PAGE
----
We are a global organization with programs in 170 countries. This site may be customized by language and geographic region.
Teens and college students are the future leaders of Special Olympics.
It's the mission of Special Olympics to show the world the capabilities of people with intellectual disabilities.
We have over 4.7 million athletes of all ages with intellectual disabilities around the world.
Our celebrity supporters are Olympians, professional athletes, social leaders, and movie and music stars.
Eunice Kennedy Shriver was a pioneer in the struggle for the rights of people with intellectual disabilities.
Direction for our movement comes from leaders in government, entertainment, sports and business.
All adults and children with intellectual disabilities can become Special Olympics athletes. Here's how.
Get involved with Special Olympics in your neighborhood. Find the program nearest you.
Get results by sport and team for major Special Olympics competitions.
Explore how Special Olympics is creating a more inclusive, welcoming world for all.
Your gift of $35 will help train an athlete for an entire season. Give today!
Discover the many ways you can support Special Olympics through your estate plans.
Make a donation and send a card in celebration or honor of a loved one.
Your efforts will help transform more lives through the joy of sports. Get started today!
Donate with confidence on our secure server.
Newsletter: Sign up and get inspiring stories!
Make a Difference
My son passed away from a Leukodystrophy (disease of the brains white matter) called Alexander disease. I fight to end the word in his honor.
In middle school two boys would always say the r-word. I tried to make them stop but it would not work. I know that word is not right. People need to realize this word hurts.
My grandson with cri du shay, working in special education & then my daughter-in-law who is a special education teacher, all led the way for me to want to be a part of ending: not just the R word but the unkindness & lack of understanding that exists in our society about people with "special needs."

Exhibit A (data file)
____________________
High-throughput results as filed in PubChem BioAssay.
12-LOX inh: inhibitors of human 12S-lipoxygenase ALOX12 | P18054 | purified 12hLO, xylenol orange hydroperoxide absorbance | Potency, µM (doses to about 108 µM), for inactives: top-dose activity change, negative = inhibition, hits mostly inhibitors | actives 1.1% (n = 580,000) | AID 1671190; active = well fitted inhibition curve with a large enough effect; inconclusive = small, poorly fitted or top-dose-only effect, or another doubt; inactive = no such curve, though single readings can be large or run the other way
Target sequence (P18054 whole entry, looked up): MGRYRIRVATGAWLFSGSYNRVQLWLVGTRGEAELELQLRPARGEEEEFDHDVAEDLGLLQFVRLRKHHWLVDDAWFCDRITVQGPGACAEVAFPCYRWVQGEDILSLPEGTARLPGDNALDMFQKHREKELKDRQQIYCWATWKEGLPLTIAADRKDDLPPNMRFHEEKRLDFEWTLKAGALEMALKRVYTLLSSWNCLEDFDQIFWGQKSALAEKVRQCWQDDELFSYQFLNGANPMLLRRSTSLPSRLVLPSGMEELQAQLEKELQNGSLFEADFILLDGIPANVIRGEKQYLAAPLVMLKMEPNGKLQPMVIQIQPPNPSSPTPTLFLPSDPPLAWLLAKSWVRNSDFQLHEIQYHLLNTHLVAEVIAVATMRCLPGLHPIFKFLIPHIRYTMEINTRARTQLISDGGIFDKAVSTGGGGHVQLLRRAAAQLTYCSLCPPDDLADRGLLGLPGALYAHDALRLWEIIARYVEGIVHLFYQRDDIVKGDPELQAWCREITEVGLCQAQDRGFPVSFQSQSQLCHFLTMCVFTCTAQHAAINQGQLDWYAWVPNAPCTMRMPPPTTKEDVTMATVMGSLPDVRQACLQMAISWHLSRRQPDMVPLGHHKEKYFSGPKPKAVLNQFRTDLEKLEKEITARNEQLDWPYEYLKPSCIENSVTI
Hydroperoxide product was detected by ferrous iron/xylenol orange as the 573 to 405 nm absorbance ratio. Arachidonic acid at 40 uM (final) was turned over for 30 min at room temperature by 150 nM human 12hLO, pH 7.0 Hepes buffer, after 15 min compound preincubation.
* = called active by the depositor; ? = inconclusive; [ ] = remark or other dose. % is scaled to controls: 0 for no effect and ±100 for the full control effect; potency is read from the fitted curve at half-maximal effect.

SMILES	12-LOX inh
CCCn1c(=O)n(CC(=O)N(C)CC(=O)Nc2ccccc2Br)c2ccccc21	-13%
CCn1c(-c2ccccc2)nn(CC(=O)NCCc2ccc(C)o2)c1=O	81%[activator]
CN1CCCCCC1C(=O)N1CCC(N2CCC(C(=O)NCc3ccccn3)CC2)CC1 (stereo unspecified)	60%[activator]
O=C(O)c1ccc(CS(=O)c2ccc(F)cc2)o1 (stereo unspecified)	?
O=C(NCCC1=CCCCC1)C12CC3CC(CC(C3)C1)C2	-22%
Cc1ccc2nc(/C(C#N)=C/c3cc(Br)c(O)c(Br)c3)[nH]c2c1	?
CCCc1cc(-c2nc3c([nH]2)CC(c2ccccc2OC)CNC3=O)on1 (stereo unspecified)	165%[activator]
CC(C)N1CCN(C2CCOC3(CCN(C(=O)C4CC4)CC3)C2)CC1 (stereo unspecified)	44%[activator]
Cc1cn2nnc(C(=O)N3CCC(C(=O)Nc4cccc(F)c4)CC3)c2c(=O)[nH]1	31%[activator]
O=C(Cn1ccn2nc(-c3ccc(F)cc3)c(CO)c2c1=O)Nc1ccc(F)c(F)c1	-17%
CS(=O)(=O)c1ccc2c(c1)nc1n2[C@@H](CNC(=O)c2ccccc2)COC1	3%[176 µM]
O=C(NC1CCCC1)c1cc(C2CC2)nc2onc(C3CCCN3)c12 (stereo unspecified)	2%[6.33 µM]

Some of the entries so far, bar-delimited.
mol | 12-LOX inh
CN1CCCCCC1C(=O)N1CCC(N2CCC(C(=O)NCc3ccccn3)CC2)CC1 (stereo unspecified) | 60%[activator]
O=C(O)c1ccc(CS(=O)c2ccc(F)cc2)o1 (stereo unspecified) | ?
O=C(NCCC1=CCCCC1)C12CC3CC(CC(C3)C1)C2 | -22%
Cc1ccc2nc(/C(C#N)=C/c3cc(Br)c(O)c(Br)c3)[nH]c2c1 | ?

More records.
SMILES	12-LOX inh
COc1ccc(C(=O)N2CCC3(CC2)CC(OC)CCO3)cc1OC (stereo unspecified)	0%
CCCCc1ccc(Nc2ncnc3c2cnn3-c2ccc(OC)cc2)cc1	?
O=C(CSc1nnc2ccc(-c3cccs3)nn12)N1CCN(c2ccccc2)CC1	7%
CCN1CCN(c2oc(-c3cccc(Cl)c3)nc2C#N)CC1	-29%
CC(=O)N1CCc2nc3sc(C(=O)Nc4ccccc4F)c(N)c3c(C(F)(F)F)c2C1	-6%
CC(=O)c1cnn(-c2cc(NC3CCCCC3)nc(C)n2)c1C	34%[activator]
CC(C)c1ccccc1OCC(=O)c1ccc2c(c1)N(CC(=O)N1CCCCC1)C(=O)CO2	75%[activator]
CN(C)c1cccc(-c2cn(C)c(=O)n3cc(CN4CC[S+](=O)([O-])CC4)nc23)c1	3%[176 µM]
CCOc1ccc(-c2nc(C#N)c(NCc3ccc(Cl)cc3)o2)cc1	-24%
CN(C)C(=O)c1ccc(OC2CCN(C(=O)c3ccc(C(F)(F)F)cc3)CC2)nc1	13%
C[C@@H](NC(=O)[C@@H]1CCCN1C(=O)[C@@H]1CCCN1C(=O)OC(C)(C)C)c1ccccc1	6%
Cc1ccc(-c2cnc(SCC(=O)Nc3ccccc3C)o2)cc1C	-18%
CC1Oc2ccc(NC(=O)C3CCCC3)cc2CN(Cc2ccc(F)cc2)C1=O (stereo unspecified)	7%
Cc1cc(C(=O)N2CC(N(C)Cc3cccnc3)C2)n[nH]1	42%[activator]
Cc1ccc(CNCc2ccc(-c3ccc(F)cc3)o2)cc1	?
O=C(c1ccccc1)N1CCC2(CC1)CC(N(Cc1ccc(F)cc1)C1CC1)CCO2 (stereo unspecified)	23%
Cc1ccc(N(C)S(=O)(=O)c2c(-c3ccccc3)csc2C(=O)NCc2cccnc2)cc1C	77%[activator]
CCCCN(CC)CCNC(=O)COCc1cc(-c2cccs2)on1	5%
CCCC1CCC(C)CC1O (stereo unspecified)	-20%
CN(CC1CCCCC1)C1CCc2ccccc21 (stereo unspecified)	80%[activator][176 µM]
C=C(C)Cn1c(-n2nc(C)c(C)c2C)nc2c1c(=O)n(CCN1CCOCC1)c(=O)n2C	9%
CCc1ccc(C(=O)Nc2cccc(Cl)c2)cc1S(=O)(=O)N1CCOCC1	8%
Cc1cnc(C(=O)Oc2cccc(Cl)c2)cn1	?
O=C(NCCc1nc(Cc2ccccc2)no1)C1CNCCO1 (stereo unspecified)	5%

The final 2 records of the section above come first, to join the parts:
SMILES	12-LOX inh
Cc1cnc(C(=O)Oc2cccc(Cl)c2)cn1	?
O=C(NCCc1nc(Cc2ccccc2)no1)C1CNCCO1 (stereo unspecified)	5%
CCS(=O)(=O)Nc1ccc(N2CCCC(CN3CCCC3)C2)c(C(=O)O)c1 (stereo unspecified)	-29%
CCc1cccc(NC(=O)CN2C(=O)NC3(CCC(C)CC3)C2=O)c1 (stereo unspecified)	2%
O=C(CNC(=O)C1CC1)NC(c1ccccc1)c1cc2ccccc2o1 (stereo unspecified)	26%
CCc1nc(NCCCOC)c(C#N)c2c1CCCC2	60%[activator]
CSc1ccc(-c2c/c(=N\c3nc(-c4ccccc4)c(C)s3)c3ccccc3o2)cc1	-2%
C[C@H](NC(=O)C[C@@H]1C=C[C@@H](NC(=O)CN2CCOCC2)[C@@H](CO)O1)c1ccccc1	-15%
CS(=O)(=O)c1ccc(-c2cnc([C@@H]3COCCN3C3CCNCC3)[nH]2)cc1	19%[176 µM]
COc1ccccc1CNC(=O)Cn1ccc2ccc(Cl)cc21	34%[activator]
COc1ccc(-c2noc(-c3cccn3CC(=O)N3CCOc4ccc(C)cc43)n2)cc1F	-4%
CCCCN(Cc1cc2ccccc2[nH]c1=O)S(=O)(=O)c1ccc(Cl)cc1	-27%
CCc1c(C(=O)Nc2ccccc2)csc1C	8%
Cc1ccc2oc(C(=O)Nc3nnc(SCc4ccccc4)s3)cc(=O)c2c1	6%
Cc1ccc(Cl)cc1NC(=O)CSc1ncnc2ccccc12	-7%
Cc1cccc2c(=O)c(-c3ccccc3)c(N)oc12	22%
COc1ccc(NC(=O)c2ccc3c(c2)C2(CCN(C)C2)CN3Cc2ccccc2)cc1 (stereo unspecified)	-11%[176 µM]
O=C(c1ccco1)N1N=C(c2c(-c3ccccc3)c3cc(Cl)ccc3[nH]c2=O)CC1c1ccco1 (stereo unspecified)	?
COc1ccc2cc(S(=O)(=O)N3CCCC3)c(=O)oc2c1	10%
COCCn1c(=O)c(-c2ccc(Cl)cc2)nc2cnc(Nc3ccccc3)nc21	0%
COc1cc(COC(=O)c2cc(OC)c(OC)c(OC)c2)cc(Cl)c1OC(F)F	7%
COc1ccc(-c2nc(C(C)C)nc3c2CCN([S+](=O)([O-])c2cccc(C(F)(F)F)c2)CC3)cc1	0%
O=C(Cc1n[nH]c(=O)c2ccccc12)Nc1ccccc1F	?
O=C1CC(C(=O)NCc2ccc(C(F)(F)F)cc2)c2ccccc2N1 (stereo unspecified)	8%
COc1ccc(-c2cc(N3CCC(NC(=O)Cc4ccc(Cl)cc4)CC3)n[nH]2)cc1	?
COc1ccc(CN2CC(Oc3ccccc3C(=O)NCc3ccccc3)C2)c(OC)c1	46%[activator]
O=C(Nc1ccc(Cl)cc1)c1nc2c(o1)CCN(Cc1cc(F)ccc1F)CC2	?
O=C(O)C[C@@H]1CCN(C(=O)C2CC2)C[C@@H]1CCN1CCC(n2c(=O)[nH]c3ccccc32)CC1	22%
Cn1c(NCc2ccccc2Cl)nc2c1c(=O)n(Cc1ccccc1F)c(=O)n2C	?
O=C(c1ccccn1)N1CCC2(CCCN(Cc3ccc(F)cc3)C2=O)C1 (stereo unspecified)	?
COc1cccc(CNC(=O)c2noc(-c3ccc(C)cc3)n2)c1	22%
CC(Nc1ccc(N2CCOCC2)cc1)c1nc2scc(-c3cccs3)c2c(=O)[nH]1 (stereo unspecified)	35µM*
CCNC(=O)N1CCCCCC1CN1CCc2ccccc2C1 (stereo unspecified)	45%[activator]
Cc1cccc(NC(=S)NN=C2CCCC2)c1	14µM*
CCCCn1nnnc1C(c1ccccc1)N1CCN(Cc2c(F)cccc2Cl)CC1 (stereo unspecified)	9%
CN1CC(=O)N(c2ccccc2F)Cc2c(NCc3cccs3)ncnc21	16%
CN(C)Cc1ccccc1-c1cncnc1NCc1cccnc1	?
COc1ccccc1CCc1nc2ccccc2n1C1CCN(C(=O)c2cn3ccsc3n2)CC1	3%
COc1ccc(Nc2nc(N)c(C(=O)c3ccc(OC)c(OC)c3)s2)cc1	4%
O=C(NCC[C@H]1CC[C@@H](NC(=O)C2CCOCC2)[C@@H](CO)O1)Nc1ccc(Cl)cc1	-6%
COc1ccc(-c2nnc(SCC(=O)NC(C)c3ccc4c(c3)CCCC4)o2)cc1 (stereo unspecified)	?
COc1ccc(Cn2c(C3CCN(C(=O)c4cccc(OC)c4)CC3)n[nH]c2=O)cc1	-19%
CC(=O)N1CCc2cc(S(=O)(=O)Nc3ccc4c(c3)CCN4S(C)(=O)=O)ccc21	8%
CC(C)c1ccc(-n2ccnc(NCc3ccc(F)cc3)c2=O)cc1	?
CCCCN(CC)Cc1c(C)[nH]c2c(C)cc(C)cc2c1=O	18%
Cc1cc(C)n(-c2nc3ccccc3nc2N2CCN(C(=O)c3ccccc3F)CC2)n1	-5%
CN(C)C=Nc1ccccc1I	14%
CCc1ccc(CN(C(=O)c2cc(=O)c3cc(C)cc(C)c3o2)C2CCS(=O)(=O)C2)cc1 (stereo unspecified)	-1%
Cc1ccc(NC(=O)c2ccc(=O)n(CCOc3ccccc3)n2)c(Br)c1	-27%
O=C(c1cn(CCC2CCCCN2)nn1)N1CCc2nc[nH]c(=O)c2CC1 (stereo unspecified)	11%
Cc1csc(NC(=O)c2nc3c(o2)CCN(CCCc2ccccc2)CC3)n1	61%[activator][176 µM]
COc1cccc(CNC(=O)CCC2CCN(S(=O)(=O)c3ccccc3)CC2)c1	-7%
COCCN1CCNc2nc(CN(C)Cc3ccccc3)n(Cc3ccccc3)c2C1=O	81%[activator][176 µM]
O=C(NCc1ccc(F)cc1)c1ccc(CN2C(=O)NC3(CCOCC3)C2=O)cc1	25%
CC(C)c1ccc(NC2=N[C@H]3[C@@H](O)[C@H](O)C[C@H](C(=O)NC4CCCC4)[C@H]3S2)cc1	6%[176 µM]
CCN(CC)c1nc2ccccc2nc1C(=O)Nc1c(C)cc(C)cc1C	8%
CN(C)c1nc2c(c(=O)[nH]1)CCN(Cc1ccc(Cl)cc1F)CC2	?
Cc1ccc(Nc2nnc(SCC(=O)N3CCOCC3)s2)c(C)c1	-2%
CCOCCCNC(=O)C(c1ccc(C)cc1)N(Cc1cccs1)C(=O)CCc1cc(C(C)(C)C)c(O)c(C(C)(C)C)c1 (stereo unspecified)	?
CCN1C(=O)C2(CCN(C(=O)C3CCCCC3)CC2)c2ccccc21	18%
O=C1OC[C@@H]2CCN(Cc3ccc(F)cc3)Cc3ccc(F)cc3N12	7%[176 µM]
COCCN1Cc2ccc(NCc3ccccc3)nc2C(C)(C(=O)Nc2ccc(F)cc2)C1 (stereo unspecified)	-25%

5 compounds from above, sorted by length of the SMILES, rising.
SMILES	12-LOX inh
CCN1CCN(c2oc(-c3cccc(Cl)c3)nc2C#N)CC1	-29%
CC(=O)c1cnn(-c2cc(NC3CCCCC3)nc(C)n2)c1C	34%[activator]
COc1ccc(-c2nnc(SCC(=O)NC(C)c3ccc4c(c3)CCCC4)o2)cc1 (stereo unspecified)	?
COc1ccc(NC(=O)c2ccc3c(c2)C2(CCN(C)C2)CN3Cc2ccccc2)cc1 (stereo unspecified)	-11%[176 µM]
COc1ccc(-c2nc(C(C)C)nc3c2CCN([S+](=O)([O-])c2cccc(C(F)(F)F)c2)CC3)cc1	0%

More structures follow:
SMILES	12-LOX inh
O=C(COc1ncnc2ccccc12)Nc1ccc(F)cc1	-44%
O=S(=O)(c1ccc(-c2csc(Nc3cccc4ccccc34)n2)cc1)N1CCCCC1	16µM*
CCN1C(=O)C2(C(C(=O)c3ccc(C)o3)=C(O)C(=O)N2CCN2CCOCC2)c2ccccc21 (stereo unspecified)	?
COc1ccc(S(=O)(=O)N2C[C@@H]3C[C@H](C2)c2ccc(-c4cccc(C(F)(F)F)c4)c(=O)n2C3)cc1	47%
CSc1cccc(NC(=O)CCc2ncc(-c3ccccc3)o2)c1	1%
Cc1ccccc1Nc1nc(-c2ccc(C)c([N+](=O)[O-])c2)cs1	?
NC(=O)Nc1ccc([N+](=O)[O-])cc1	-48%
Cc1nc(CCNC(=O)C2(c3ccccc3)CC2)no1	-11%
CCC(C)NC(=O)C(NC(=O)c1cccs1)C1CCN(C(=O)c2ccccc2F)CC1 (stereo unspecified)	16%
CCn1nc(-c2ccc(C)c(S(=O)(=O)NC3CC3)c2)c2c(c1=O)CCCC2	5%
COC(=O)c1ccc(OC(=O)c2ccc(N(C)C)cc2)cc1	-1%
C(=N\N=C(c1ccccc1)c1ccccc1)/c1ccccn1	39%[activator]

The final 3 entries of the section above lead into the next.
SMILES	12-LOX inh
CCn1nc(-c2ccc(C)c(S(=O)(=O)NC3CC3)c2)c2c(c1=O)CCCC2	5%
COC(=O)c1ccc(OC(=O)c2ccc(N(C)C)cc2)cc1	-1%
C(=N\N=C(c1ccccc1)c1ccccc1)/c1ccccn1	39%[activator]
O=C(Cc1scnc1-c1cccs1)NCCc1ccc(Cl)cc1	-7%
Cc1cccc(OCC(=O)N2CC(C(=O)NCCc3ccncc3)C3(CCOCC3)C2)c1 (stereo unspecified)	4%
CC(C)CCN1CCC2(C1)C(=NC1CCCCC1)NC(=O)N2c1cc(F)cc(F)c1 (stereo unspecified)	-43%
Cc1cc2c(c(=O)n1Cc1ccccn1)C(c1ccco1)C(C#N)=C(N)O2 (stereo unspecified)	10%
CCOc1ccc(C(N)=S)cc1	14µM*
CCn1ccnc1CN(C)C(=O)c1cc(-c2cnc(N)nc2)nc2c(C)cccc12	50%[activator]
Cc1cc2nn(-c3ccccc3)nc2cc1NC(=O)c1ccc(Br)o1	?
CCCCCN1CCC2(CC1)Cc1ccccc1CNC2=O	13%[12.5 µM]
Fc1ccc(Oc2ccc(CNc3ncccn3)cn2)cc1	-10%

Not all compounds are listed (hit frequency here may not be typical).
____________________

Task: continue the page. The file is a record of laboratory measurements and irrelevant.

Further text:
During an incident at a strange house party police were called. When we met with the police the person who had committed the crime had already left the scene.
Teresa Cruz Lynd
Robert is my younger brother and he was born with Down syndrome. At age 25 he suffered a car accident and was left paralyzed from his waist down. This has been 26 years ago. The world should learn from people like Robert, he doesn't see color, race, age, pretty, skinny, fat he loves all people and is always positive about life and God.
My girlfriend's sister is what every one calls the R word. I hear people say it and it hurts me. When i walk down the road or in town with them all I see is people looking and whispering and it hurts me.
Growing up all I had ever known was being at Special Olympics. Now I am proud to say that I am my aunt's (who is in Special Olympics) unified bowling partner!! My boyfriend of almost 2 years has also volunteered to help!
I have volunteered in the DD community since 14 (1970) and was told back then to not use the word. Parents had already covered that.
Ernest Alonzo, CCRC Brimhall, New Mexico
I run fast and so that I can win this game in Albuquerque Special Olympics competitions this weekend. Our coach is very supportive and also our staff says we can do a good job in Special Olympics games.
My brother has been gone for many years, yet maybe I can still be the protector I tried to be as a child. I have allowed friends, who didn't realize what they were doing, to use that word around me. In honor of my brother, no more!